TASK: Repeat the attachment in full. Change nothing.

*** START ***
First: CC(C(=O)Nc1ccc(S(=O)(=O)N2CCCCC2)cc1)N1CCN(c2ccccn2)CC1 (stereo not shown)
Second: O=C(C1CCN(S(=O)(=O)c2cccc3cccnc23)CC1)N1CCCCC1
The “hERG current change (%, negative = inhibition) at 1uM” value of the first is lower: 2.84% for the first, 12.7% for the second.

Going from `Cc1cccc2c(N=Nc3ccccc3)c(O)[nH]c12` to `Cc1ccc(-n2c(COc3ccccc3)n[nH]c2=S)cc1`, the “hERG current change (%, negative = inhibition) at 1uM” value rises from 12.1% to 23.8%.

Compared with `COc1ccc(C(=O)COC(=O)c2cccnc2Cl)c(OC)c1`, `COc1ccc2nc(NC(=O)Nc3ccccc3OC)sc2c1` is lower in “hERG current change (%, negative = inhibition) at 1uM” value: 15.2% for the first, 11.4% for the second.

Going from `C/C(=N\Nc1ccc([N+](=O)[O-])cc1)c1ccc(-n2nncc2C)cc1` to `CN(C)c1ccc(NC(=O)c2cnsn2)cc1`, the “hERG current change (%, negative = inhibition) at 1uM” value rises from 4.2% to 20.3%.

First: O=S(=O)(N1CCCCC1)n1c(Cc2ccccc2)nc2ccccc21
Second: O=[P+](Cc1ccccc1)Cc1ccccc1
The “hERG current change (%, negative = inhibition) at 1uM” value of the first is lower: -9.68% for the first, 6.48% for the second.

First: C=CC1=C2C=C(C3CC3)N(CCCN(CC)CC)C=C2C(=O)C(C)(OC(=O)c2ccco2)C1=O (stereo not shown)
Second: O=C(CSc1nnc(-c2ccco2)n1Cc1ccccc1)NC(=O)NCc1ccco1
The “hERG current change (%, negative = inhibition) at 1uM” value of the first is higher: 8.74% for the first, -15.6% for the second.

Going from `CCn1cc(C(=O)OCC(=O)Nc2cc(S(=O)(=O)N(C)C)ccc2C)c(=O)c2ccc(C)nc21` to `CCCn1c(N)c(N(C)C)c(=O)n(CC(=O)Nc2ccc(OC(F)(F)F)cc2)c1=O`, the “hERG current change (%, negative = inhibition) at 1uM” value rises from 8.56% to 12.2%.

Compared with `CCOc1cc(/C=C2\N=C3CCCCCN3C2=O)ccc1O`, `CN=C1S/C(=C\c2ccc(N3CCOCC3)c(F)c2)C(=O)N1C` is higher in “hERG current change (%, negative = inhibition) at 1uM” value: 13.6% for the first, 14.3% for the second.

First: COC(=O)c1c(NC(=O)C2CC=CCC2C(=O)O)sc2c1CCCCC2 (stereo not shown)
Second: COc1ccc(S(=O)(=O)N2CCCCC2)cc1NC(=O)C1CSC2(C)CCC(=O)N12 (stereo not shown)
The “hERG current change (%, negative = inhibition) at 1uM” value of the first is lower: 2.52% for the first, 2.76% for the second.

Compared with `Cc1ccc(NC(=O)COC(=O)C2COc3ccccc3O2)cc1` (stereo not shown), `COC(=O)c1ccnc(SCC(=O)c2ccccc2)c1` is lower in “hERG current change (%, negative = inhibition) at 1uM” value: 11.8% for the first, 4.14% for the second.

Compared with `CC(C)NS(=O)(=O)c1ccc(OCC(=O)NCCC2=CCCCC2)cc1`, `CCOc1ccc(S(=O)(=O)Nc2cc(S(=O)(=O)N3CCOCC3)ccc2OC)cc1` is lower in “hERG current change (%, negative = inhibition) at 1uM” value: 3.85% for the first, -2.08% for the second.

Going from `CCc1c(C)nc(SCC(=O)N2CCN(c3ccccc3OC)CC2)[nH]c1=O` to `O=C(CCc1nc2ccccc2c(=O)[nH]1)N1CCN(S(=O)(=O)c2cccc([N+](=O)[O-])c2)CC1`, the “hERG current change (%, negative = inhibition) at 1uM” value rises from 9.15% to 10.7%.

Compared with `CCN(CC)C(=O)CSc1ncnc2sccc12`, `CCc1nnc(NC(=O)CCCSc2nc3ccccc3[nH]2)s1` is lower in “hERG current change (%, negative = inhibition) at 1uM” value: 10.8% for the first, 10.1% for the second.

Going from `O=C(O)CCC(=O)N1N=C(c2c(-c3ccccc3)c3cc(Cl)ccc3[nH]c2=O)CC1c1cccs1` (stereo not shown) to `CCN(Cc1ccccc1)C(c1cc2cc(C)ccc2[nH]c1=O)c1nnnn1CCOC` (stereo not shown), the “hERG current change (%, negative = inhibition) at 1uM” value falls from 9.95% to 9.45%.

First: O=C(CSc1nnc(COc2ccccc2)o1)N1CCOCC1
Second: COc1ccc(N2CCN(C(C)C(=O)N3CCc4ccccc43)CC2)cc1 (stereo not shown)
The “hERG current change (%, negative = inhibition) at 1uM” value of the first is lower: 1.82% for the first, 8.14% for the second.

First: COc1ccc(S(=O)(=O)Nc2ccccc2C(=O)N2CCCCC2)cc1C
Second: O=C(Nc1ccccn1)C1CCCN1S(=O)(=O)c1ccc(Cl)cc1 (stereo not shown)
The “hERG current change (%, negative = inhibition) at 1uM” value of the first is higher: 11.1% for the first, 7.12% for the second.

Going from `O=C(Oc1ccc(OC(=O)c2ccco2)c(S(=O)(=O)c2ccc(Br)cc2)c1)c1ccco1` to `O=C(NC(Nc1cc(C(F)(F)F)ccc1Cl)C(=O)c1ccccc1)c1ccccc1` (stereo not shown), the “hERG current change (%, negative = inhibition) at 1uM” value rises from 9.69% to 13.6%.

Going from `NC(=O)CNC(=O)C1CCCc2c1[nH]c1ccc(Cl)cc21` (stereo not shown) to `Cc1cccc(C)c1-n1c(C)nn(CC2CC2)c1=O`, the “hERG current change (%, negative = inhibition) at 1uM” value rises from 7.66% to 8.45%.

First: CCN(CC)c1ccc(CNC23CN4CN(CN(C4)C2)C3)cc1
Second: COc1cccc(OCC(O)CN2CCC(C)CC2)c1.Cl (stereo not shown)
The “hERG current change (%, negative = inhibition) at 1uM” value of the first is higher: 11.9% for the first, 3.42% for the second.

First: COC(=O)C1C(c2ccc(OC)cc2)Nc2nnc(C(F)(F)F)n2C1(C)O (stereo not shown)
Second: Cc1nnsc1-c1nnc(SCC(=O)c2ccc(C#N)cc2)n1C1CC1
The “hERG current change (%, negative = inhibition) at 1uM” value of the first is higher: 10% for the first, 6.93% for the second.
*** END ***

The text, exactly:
First: CC(C(=O)Nc1ccc(S(=O)(=O)N2CCCCC2)cc1)N1CCN(c2ccccn2)CC1 (stereo not shown)
Second: O=C(C1CCN(S(=O)(=O)c2cccc3cccnc23)CC1)N1CCCCC1
The “hERG current change (%, negative = inhibition) at 1uM” value of the first is lower: 2.84% for the first, 12.7% for the second.

Going from `Cc1cccc2c(N=Nc3ccccc3)c(O)[nH]c12` to `Cc1ccc(-n2c(COc3ccccc3)n[nH]c2=S)cc1`, the “hERG current change (%, negative = inhibition) at 1uM” value rises from 12.1% to 23.8%.

Compared with `COc1ccc(C(=O)COC(=O)c2cccnc2Cl)c(OC)c1`, `COc1ccc2nc(NC(=O)Nc3ccccc3OC)sc2c1` is lower in “hERG current change (%, negative = inhibition) at 1uM” value: 15.2% for the first, 11.4% for the second.

Going from `C/C(=N\Nc1ccc([N+](=O)[O-])cc1)c1ccc(-n2nncc2C)cc1` to `CN(C)c1ccc(NC(=O)c2cnsn2)cc1`, the “hERG current change (%, negative = inhibition) at 1uM” value rises from 4.2% to 20.3%.

First: O=S(=O)(N1CCCCC1)n1c(Cc2ccccc2)nc2ccccc21
Second: O=[P+](Cc1ccccc1)Cc1ccccc1
The “hERG current change (%, negative = inhibition) at 1uM” value of the first is lower: -9.68% for the first, 6.48% for the second.

First: C=CC1=C2C=C(C3CC3)N(CCCN(CC)CC)C=C2C(=O)C(C)(OC(=O)c2ccco2)C1=O (stereo not shown)
Second: O=C(CSc1nnc(-c2ccco2)n1Cc1ccccc1)NC(=O)NCc1ccco1
The “hERG current change (%, negative = inhibition) at 1uM” value of the first is higher: 8.74% for the first, -15.6% for the second.

Going from `CCn1cc(C(=O)OCC(=O)Nc2cc(S(=O)(=O)N(C)C)ccc2C)c(=O)c2ccc(C)nc21` to `CCCn1c(N)c(N(C)C)c(=O)n(CC(=O)Nc2ccc(OC(F)(F)F)cc2)c1=O`, the “hERG current change (%, negative = inhibition) at 1uM” value rises from 8.56% to 12.2%.

Compared with `CCOc1cc(/C=C2\N=C3CCCCCN3C2=O)ccc1O`, `CN=C1S/C(=C\c2ccc(N3CCOCC3)c(F)c2)C(=O)N1C` is higher in “hERG current change (%, negative = inhibition) at 1uM” value: 13.6% for the first, 14.3% for the second.

First: COC(=O)c1c(NC(=O)C2CC=CCC2C(=O)O)sc2c1CCCCC2 (stereo not shown)
Second: COc1ccc(S(=O)(=O)N2CCCCC2)cc1NC(=O)C1CSC2(C)CCC(=O)N12 (stereo not shown)
The “hERG current change (%, negative = inhibition) at 1uM” value of the first is lower: 2.52% for the first, 2.76% for the second.

Compared with `Cc1ccc(NC(=O)COC(=O)C2COc3ccccc3O2)cc1` (stereo not shown), `COC(=O)c1ccnc(SCC(=O)c2ccccc2)c1` is lower in “hERG current change (%, negative = inhibition) at 1uM” value: 11.8% for the first, 4.14% for the second.

Compared with `CC(C)NS(=O)(=O)c1ccc(OCC(=O)NCCC2=CCCCC2)cc1`, `CCOc1ccc(S(=O)(=O)Nc2cc(S(=O)(=O)N3CCOCC3)ccc2OC)cc1` is lower in “hERG current change (%, negative = inhibition) at 1uM” value: 3.85% for the first, -2.08% for the second.

Going from `CCc1c(C)nc(SCC(=O)N2CCN(c3ccccc3OC)CC2)[nH]c1=O` to `O=C(CCc1nc2ccccc2c(=O)[nH]1)N1CCN(S(=O)(=O)c2cccc([N+](=O)[O-])c2)CC1`, the “hERG current change (%, negative = inhibition) at 1uM” value rises from 9.15% to 10.7%.

Compared with `CCN(CC)C(=O)CSc1ncnc2sccc12`, `CCc1nnc(NC(=O)CCCSc2nc3ccccc3[nH]2)s1` is lower in “hERG current change (%, negative = inhibition) at 1uM” value: 10.8% for the first, 10.1% for the second.

Going from `O=C(O)CCC(=O)N1N=C(c2c(-c3ccccc3)c3cc(Cl)ccc3[nH]c2=O)CC1c1cccs1` (stereo not shown) to `CCN(Cc1ccccc1)C(c1cc2cc(C)ccc2[nH]c1=O)c1nnnn1CCOC` (stereo not shown), the “hERG current change (%, negative = inhibition) at 1uM” value falls from 9.95% to 9.45%.

First: O=C(CSc1nnc(COc2ccccc2)o1)N1CCOCC1
Second: COc1ccc(N2CCN(C(C)C(=O)N3CCc4ccccc43)CC2)cc1 (stereo not shown)
The “hERG current change (%, negative = inhibition) at 1uM” value of the first is lower: 1.82% for the first, 8.14% for the second.

First: COc1ccc(S(=O)(=O)Nc2ccccc2C(=O)N2CCCCC2)cc1C
Second: O=C(Nc1ccccn1)C1CCCN1S(=O)(=O)c1ccc(Cl)cc1 (stereo not shown)
The “hERG current change (%, negative = inhibition) at 1uM” value of the first is higher: 11.1% for the first, 7.12% for the second.

Going from `O=C(Oc1ccc(OC(=O)c2ccco2)c(S(=O)(=O)c2ccc(Br)cc2)c1)c1ccco1` to `O=C(NC(Nc1cc(C(F)(F)F)ccc1Cl)C(=O)c1ccccc1)c1ccccc1` (stereo not shown), the “hERG current change (%, negative = inhibition) at 1uM” value rises from 9.69% to 13.6%.

Going from `NC(=O)CNC(=O)C1CCCc2c1[nH]c1ccc(Cl)cc21` (stereo not shown) to `Cc1cccc(C)c1-n1c(C)nn(CC2CC2)c1=O`, the “hERG current change (%, negative = inhibition) at 1uM” value rises from 7.66% to 8.45%.

First: CCN(CC)c1ccc(CNC23CN4CN(CN(C4)C2)C3)cc1
Second: COc1cccc(OCC(O)CN2CCC(C)CC2)c1.Cl (stereo not shown)
The “hERG current change (%, negative = inhibition) at 1uM” value of the first is higher: 11.9% for the first, 3.42% for the second.

First: COC(=O)C1C(c2ccc(OC)cc2)Nc2nnc(C(F)(F)F)n2C1(C)O (stereo not shown)
Second: Cc1nnsc1-c1nnc(SCC(=O)c2ccc(C#N)cc2)n1C1CC1
The “hERG current change (%, negative = inhibition) at 1uM” value of the first is higher: 10% for the first, 6.93% for the second.